To describe and evaluate a technique to optimize scan centering during the Stratus optical coherence tomography (OCT) image acquisition process using currently available scan tracking coordinates.
Observational clinical study.
Twelve eyes of six normal subjects were examined using the Fast retinal nerve fiber layer (RNFL) thickness and the Fast Optic Disc acquisition protocols.
At visit 1, 3 consecutive measurements (trials) were taken by 2 different operators with the scan subjectively centered on the optic disc for the Fast RNFL thickness protocol and Fast Optic Disc protocol. At visit 2, 3 consecutive measurements were taken by positioning the scan using scan tracking coordinates. The scan coordinates were recorded twice by each operator and the limits of agreement and Bland-Altman plots were used to estimate agreement. The within subjects standard deviation (Sw) and the coefficient of variation (CV) were calculated for RNFL and optic disc parameters for each operator separately and differences by scan positioning method were evaluated using a 3-way (trial x operator x visit) analysis of variance for repeated measures.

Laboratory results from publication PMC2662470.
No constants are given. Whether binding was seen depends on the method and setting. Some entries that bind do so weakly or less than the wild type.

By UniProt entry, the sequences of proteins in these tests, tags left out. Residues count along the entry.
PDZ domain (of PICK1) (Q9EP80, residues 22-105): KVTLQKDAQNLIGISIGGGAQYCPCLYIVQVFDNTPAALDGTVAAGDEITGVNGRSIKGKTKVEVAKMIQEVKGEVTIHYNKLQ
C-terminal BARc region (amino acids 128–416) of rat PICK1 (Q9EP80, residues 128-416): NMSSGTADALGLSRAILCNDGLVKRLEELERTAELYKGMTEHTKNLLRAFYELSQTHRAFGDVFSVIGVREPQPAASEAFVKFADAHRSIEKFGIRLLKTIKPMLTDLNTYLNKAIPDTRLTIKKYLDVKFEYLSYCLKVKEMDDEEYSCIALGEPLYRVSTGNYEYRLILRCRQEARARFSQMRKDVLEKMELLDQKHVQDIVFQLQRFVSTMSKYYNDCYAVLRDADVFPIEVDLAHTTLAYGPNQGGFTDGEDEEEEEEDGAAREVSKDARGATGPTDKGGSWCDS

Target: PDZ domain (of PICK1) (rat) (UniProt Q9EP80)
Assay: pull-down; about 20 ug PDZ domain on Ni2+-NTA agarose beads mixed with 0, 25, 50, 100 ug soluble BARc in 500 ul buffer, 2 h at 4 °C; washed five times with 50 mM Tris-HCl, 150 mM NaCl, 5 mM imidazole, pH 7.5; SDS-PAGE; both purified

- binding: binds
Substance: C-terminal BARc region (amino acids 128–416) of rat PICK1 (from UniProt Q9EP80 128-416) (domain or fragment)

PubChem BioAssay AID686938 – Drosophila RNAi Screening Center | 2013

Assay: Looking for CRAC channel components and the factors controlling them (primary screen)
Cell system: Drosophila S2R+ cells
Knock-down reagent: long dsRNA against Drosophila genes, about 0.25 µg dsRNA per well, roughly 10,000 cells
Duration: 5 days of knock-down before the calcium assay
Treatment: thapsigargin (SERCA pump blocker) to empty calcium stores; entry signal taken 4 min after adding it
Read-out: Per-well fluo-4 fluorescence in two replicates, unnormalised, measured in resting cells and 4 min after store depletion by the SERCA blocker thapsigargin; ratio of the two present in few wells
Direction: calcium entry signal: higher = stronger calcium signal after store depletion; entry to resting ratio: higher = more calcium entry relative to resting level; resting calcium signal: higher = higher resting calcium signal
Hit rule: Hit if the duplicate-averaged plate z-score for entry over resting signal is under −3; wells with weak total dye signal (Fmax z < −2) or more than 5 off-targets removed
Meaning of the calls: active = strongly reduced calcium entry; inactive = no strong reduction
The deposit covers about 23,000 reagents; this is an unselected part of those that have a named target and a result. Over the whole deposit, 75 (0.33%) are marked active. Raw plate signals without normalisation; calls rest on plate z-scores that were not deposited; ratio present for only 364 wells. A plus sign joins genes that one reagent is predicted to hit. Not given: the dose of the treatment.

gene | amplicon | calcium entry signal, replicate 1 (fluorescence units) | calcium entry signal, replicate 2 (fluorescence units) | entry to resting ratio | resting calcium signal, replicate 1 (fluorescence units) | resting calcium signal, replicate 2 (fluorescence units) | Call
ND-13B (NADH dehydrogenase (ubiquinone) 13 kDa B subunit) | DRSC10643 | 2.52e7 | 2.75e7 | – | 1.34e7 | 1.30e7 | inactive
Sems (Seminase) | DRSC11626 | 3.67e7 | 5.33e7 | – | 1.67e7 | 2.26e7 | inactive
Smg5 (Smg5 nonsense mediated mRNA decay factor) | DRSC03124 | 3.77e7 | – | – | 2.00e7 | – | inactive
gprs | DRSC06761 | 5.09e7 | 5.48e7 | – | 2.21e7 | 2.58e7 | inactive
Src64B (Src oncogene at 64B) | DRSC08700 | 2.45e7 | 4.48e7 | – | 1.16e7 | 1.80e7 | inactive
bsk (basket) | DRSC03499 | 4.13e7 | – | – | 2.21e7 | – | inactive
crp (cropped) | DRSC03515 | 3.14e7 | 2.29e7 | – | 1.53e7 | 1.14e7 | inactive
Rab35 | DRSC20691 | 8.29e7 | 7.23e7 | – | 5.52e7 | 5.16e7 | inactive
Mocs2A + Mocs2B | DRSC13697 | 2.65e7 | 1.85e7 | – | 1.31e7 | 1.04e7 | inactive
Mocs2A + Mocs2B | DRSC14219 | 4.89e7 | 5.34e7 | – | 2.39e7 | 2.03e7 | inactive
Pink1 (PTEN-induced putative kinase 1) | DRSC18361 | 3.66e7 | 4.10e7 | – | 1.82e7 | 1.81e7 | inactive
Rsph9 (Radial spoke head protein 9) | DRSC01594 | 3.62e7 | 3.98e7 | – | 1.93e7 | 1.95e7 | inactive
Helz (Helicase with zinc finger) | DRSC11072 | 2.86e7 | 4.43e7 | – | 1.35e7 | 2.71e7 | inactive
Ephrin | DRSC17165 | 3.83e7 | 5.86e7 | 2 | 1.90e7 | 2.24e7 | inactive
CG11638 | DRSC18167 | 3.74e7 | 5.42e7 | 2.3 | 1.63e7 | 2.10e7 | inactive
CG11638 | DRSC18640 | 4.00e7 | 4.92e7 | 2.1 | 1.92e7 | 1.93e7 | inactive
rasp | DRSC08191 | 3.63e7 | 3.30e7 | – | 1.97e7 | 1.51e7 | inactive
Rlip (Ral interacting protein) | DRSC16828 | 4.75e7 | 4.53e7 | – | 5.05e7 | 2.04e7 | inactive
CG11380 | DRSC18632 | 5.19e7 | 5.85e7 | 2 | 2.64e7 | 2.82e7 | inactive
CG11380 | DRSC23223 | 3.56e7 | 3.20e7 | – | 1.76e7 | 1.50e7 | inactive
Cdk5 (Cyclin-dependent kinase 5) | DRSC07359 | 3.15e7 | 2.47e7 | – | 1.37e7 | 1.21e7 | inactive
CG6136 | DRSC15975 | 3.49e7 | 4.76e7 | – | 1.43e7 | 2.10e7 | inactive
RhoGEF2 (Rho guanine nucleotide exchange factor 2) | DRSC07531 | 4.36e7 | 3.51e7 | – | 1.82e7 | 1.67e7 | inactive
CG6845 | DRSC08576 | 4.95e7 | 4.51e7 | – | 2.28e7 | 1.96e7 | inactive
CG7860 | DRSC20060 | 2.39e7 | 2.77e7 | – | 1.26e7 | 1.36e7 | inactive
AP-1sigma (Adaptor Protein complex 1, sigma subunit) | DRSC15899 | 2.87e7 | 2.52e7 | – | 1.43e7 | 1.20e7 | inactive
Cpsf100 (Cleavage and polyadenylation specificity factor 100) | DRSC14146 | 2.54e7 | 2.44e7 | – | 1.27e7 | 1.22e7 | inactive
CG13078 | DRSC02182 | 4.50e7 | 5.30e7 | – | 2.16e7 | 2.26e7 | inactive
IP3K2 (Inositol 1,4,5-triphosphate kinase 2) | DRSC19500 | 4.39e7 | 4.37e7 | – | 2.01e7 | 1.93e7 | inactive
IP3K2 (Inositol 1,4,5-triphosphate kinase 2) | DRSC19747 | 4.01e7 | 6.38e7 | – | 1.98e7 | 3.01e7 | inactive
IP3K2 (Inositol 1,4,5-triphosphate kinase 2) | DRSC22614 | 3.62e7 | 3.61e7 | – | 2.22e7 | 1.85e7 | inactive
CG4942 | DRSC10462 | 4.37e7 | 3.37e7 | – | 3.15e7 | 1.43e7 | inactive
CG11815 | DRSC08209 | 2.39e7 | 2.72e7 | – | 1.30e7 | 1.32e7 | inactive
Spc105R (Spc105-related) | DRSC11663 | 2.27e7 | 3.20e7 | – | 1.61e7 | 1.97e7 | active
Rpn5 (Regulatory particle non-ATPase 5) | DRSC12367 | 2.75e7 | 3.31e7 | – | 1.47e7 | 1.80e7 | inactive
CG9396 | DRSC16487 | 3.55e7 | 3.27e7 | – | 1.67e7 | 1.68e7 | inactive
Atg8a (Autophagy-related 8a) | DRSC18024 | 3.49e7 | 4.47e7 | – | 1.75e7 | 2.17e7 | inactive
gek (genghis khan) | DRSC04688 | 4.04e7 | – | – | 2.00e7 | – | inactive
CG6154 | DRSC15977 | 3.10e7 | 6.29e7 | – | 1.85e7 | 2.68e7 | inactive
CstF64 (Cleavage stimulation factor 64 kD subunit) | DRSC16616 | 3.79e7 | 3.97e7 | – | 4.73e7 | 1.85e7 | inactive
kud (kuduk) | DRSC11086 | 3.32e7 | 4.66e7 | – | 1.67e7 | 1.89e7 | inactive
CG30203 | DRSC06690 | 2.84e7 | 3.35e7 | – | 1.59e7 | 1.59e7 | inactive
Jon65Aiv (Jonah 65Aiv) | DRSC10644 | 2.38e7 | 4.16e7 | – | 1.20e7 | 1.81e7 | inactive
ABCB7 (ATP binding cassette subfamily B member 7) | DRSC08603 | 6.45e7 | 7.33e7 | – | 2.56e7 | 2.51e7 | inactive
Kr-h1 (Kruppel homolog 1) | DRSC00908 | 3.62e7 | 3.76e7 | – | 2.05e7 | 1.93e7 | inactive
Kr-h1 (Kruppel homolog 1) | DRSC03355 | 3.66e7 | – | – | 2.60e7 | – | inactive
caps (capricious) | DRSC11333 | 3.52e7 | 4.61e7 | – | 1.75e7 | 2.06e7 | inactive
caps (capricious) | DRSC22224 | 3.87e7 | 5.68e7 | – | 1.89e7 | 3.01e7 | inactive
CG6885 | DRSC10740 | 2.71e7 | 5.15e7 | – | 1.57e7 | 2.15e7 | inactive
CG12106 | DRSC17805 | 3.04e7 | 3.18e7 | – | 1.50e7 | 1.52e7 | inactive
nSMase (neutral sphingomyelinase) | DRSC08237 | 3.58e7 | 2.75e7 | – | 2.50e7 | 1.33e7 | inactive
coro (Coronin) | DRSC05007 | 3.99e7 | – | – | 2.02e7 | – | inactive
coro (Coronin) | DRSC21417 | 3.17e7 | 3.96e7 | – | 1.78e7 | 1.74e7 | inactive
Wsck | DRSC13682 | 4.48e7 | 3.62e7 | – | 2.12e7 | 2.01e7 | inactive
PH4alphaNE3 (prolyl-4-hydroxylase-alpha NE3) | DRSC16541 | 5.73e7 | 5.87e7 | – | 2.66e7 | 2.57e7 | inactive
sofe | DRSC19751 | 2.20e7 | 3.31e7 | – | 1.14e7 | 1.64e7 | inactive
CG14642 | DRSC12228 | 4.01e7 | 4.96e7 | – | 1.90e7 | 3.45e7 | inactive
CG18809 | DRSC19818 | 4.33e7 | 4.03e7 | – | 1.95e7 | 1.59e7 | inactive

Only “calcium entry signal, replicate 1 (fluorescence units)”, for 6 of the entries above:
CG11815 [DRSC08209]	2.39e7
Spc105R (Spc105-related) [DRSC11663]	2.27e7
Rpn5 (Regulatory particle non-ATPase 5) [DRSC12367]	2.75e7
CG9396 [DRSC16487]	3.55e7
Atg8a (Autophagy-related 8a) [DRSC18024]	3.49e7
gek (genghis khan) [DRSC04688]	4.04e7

The Sw and CV for the RNFL thickness parameters were generally higher when the scan was subjectively centered on the disc compared to when using the newly described coordinate system (eg, for operator 2, temporal sector Sw was 1.60±0.78 and 4.09±0.99 and CV was 2.2% and 5.7% with and without coordinate use, respectively). For the Fast RNFL protocol, the use of scan tracking coordinates resulted in significantly less variability than subjective placement of the scan circle using the landmark feature (currently recommended technique) in the temporal sectors only. No significant difference was found for any of the optic disc parameters. Bland-Altman plots showed good agreement within each operator for calculating scan coordinates suggesting this technique is reproducible.
Reproducibility of RNFL thickness measurements generally improves with the use of scan tracking coordinates, particularly in the temporal sector. However, small changes in the position of the scan do not significantly affect the reproducibility of optic disc parameters.